than serve in Heaven
“I am surprised that an important young man such as yourself would be assigned to such menial tasks,” the restaurant owner says. There is a brief pause, and then he chuckles, nervous, as if unsure of if what he’s said is correct or not. He returns to shifting nervously in his spot.
Tu Jiyu hums pleasantly in response.
“Do not sell yourself short,” the young man answers, looking boredly over the room’s tacky decorations. He nudges a stone xiezhi statue with his foot, tilting his head as it topples to the floor. Tu Jiyu looks back at the older man with a languid smile. "Your catering service is important for the banquet, and my sect naturally sought the finest establishment. I came by to check on your progress. There is no room for inadequacy, I’m sure you know, xiansheng."
“Of course—of course not," the older man stammers, eyes downcast in hesitance. He is scared of Tu Jiyu. He has good instincts. Most people are, naturally, which has never failed to please him. It is advantageous to be the predator rather than the prey, as much as it is thrilling.
"However," Tu Jiyu continues, idly tapping the wood of the chair he stands behind, "there was one thing I requested specially. Yes?"
He gestures towards the table in front of him invitingly.
The restaurant owner swallows thickly. Reluctant, the man makes his way to the other chair across from him. Sits with a delicacy that shows he knows what he is. A hare with its neck stretched between the jaws of a wolf.
Tu Jiyu takes a seat before him. He rests his elbow on the table. "The sedative I asked to be delivered to this table. I trust that you've planned for it well. You would not disappoint me."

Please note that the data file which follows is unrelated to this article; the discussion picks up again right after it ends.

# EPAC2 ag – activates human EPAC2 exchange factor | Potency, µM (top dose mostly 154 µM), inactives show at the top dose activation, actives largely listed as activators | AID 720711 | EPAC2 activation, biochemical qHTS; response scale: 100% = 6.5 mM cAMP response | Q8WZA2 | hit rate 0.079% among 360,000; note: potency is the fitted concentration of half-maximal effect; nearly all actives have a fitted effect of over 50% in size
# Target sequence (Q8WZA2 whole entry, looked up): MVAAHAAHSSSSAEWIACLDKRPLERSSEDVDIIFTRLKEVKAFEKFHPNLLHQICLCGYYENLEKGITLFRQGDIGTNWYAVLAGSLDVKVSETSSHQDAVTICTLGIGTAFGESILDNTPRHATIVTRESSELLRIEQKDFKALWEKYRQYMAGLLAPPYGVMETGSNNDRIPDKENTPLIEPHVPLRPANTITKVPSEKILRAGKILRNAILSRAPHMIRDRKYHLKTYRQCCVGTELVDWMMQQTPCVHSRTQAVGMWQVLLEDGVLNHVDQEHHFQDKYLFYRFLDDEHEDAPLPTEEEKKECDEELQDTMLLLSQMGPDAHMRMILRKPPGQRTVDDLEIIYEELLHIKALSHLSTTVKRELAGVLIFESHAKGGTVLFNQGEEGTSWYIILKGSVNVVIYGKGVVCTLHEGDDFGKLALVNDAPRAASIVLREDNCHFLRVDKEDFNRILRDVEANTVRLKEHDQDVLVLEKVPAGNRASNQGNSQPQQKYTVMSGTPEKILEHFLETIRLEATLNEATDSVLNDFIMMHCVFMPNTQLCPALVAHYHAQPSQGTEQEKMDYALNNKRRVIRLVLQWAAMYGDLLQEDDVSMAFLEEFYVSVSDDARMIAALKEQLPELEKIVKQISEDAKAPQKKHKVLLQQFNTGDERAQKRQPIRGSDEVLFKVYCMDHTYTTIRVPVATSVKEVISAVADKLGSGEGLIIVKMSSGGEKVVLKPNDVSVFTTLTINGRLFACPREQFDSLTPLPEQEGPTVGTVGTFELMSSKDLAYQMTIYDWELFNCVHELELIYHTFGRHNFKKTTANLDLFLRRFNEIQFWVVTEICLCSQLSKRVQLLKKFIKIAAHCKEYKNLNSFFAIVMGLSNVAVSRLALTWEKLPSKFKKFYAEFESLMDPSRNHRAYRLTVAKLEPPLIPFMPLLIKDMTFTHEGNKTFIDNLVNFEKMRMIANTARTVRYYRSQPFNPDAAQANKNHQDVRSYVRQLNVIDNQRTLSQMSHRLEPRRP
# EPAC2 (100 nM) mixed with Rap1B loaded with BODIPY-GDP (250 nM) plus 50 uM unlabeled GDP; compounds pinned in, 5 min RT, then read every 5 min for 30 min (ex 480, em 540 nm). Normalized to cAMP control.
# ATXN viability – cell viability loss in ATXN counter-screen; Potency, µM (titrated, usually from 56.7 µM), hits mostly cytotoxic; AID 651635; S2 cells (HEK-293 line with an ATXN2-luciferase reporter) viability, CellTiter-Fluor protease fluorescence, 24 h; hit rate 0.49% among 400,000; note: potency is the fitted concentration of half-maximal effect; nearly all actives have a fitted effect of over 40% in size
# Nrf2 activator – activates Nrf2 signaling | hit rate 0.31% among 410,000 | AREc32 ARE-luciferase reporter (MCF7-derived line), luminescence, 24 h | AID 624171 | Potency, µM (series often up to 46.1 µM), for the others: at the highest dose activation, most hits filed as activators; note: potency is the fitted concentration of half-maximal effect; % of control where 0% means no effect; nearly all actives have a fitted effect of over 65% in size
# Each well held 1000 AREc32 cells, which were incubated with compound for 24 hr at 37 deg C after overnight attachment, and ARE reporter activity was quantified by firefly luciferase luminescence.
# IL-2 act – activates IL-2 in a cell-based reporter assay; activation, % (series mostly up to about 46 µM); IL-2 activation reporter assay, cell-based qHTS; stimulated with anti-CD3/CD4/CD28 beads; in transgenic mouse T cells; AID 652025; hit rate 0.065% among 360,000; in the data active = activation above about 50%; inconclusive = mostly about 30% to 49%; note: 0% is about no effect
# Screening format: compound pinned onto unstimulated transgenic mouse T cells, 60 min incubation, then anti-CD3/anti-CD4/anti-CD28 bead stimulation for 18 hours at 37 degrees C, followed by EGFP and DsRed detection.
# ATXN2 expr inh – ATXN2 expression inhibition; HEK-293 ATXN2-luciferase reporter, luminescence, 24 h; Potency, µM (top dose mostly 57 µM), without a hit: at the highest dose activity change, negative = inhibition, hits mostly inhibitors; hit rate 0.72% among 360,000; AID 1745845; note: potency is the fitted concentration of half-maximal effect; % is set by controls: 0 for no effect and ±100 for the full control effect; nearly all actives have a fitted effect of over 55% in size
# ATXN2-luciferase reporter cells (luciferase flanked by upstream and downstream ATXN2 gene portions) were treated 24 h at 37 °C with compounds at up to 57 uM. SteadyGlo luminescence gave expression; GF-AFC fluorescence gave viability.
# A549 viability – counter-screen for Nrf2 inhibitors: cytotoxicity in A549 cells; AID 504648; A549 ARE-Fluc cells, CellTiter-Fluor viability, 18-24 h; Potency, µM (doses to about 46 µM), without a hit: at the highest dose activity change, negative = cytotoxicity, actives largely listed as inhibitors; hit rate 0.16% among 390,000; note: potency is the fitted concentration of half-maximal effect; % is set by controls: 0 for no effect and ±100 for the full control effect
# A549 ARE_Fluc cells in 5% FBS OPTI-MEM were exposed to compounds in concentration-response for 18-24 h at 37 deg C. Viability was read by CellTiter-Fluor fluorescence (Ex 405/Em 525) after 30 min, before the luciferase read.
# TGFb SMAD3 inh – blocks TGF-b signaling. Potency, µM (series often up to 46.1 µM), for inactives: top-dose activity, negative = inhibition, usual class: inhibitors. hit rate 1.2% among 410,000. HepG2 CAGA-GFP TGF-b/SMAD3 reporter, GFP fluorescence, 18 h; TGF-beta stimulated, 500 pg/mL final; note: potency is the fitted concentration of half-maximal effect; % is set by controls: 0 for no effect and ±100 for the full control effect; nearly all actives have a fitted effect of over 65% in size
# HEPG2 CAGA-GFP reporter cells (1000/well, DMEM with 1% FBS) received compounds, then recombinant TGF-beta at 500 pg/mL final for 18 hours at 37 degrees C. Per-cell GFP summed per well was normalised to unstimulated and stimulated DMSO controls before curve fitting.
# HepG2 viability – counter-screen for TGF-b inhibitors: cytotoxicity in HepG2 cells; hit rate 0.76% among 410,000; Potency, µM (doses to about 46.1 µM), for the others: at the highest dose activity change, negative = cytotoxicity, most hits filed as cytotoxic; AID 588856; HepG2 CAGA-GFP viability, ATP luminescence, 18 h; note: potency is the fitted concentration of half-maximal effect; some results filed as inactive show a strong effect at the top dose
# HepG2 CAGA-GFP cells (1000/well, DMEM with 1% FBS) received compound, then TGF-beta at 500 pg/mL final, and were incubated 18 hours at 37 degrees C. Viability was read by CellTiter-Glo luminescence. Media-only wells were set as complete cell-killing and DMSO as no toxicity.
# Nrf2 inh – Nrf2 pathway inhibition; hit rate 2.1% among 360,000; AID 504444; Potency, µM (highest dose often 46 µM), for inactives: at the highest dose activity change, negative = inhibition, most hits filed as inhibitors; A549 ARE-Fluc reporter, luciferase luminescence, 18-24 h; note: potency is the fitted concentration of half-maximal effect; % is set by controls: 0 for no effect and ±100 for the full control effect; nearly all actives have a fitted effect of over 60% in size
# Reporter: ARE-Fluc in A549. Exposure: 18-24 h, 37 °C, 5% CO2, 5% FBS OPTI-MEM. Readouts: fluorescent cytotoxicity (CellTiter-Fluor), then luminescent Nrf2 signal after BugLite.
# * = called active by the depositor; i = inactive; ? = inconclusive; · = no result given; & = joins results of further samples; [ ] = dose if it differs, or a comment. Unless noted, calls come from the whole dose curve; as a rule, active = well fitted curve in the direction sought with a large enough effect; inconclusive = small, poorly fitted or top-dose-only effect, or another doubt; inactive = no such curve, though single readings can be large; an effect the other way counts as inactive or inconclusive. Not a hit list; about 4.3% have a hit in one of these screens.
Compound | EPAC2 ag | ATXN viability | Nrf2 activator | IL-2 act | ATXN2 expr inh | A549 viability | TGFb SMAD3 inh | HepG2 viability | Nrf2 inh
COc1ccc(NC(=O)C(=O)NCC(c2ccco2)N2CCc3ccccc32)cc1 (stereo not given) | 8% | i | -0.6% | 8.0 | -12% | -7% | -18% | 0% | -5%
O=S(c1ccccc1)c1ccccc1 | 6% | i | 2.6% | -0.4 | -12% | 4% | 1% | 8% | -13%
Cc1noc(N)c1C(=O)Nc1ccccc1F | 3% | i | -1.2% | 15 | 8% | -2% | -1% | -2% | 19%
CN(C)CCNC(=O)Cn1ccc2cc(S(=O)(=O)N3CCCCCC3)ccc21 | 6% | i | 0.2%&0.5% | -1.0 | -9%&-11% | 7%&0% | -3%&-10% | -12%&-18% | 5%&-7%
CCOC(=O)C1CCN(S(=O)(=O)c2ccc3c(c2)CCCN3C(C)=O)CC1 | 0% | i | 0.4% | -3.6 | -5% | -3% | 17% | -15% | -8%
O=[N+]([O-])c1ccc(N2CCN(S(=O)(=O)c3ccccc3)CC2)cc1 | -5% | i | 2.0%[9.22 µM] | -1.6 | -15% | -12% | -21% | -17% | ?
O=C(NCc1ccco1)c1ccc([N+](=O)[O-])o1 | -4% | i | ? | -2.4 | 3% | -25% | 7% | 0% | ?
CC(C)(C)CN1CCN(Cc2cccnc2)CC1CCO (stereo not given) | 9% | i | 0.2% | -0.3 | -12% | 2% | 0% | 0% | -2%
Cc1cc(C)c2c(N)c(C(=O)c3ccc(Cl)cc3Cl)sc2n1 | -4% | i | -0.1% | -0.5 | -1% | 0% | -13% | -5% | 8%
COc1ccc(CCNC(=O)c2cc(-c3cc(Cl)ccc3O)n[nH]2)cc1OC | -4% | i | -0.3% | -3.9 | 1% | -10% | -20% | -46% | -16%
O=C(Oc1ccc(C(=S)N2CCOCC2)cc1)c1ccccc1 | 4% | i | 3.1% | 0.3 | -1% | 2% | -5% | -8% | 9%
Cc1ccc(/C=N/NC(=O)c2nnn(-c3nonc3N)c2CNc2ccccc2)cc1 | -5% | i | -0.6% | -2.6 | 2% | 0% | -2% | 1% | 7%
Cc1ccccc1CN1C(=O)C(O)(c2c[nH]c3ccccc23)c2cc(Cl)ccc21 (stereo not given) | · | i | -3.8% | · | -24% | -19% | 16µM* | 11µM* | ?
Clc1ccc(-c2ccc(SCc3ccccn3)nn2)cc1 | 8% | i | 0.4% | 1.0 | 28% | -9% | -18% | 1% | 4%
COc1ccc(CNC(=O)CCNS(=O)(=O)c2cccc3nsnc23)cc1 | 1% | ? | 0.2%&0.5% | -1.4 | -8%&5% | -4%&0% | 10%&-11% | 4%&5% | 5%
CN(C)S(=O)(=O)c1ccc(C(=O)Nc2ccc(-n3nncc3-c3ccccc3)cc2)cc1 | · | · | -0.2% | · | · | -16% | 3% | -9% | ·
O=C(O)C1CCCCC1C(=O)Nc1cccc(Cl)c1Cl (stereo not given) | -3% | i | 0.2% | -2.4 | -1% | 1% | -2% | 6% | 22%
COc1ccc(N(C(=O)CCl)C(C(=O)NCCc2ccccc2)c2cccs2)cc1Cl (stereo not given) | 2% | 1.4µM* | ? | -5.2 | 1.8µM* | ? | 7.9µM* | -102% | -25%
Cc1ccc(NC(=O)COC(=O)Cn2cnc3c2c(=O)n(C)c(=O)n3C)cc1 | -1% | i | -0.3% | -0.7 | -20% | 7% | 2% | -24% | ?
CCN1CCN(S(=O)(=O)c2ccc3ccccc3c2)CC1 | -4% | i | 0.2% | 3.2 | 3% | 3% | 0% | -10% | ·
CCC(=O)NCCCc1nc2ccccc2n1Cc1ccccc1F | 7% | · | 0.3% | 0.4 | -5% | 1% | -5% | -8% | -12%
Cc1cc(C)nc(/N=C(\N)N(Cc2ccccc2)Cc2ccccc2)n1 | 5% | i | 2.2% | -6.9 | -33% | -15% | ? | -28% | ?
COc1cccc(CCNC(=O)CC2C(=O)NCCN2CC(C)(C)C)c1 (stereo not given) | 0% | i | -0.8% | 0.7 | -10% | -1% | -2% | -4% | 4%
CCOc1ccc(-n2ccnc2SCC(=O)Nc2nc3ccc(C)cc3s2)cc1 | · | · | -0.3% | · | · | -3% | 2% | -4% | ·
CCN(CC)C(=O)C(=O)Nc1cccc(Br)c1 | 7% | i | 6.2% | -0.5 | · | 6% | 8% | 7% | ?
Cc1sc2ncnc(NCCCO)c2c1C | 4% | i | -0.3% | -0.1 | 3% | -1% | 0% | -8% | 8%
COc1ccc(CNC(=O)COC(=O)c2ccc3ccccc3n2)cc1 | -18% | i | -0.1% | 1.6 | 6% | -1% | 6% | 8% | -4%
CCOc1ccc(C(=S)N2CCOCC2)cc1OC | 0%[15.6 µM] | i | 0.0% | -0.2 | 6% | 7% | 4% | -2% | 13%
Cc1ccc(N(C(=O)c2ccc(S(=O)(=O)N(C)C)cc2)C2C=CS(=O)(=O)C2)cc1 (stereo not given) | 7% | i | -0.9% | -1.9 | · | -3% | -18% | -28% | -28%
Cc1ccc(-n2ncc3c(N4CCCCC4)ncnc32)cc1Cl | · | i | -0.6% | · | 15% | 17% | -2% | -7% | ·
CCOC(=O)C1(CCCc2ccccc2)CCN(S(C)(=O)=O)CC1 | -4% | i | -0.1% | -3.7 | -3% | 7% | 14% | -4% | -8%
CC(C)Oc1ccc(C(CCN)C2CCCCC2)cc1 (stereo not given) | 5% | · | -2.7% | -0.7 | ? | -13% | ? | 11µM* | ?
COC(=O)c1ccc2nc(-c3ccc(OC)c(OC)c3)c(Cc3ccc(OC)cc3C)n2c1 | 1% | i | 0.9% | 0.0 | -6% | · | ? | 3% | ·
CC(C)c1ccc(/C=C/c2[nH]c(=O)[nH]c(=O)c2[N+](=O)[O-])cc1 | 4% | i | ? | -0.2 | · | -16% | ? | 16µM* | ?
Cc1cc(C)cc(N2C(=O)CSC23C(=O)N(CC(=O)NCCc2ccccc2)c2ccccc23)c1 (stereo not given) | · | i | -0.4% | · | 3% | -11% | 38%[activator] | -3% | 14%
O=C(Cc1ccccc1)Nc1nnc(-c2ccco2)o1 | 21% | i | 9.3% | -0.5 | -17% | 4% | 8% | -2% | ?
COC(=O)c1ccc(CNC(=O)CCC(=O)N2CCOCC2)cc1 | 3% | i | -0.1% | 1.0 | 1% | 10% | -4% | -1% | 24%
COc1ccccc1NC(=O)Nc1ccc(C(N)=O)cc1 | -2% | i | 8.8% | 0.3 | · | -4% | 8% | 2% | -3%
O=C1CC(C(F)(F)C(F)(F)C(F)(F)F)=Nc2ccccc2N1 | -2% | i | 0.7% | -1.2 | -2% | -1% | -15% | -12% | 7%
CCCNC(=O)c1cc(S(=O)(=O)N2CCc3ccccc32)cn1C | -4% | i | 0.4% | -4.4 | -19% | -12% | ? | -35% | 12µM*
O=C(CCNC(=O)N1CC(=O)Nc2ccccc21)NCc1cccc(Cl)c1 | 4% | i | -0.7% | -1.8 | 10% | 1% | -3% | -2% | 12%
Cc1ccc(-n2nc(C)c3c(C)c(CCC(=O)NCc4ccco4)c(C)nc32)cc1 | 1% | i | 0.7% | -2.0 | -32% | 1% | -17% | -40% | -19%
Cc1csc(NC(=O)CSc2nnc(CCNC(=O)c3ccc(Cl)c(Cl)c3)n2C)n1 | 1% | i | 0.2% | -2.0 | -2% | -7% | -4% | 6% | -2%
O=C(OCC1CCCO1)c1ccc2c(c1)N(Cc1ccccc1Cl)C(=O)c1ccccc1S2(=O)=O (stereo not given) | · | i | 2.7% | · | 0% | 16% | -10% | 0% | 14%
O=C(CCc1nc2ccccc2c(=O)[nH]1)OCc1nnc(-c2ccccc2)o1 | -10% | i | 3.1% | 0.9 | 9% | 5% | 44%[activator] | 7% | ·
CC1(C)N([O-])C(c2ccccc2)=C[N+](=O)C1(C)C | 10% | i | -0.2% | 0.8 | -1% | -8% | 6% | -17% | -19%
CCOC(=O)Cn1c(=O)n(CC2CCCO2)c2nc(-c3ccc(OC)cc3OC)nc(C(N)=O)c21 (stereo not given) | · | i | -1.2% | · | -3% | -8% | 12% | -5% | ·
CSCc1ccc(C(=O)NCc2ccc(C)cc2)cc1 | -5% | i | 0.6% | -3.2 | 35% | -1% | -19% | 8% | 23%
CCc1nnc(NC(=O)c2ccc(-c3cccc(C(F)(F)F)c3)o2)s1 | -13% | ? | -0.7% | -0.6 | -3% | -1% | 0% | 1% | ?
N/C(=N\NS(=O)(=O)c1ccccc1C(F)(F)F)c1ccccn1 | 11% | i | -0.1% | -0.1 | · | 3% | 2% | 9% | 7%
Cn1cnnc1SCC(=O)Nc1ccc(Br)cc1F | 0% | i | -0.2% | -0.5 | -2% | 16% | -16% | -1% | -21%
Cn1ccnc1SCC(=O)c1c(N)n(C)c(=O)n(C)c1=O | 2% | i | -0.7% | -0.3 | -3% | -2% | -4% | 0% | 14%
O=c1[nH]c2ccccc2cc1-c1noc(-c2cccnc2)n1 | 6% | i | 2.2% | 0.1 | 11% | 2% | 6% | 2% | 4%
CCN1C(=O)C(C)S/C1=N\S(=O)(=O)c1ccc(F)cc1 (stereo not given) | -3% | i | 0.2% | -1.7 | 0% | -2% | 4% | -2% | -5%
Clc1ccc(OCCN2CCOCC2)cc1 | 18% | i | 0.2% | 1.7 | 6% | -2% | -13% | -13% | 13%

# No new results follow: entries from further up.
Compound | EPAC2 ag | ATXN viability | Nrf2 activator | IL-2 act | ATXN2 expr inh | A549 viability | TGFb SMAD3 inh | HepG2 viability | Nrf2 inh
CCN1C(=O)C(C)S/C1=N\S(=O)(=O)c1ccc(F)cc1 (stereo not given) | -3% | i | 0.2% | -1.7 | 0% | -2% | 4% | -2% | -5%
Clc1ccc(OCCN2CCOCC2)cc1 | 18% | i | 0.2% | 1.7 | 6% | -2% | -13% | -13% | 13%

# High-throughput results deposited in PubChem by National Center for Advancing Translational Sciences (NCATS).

The man fidgets. Tu Jiyu tilts his head. Waiting.
"No," the man finally answers, stumbling over the syllables. "No, no, it’s—it’s—"
Tu Jiyu sits back languidly. "It’s?"
"It’s—illegal, Tu-gongzi, immoral and unlawful, I’m sorry, I cannot—do what you’ve asked of me, I—"
Tu Jiyu drives the knife from his sleeve's pocket through the man’s palm. The blade pierces all the way through the flesh, pinning his hand to the table.
"We agreed on it prior," Tu Jiyu says, cutting through the sound of his screams. "Do you not remember? Or were you just intending on making a fool of me?"
"Please," the man sobs. "I—I have a, a daughter—"
Tu Jiyu sighs. Humans were so pathetic. He digs the knife further in, the sadistic itch in his chest only deepened by the man’s screams and thrashing.
"You disappoint me," he snarls, suddenly incredibly irritated. "Incompetent, useless wretch. It is a non-lethal substance, I ask so little of you, and even still you are worthless. Would you agree? Answer."
The man whimpers, nodding frantically.
"And yet you still intended on following through with this heroic, moral plan of yours," Tu Jiyu huffs out a laugh, mirthful and incensed. He twists the knife further, enjoying the jolt and squeak that comes after. "No, shut up and listen. Good. You remind me of someone, you know.
"Imagine a man like a god. Lightning lapping at his heels, night brightening where he goes. Always doing what his oh-so righteous self believes is best for others. But I’ll tell you a secret, xiansheng. He’s a dirty, wicked liar. And he’s a deceitful god."
Tu Jiyu pulls the knife out. The man lets out a small cry.
"Perhaps I’ll let you live. I have some fond memories of that man. Resemblance and sentiment are not lost on me."
The man bursts into tears. He starts begging for his life or whatever in a litany of pathetic please please thank you never again forgive this lowly one.
Tu Jiyu meets it with disgust. The god he remembers would never abandon his inhuman image to beg. Not even after he had abandoned Tu Jiyu as a young boy did he shed a tear. Show any trace of remorse or guilt.
Well, Tu Jiyu thinks. What do you do when a god scorns you? That was simple.
You become the devil.
"On second thought," Tu Jiyu says, prowling forward, blood singing with the promise of violence. "I’m in a rather poor mood today."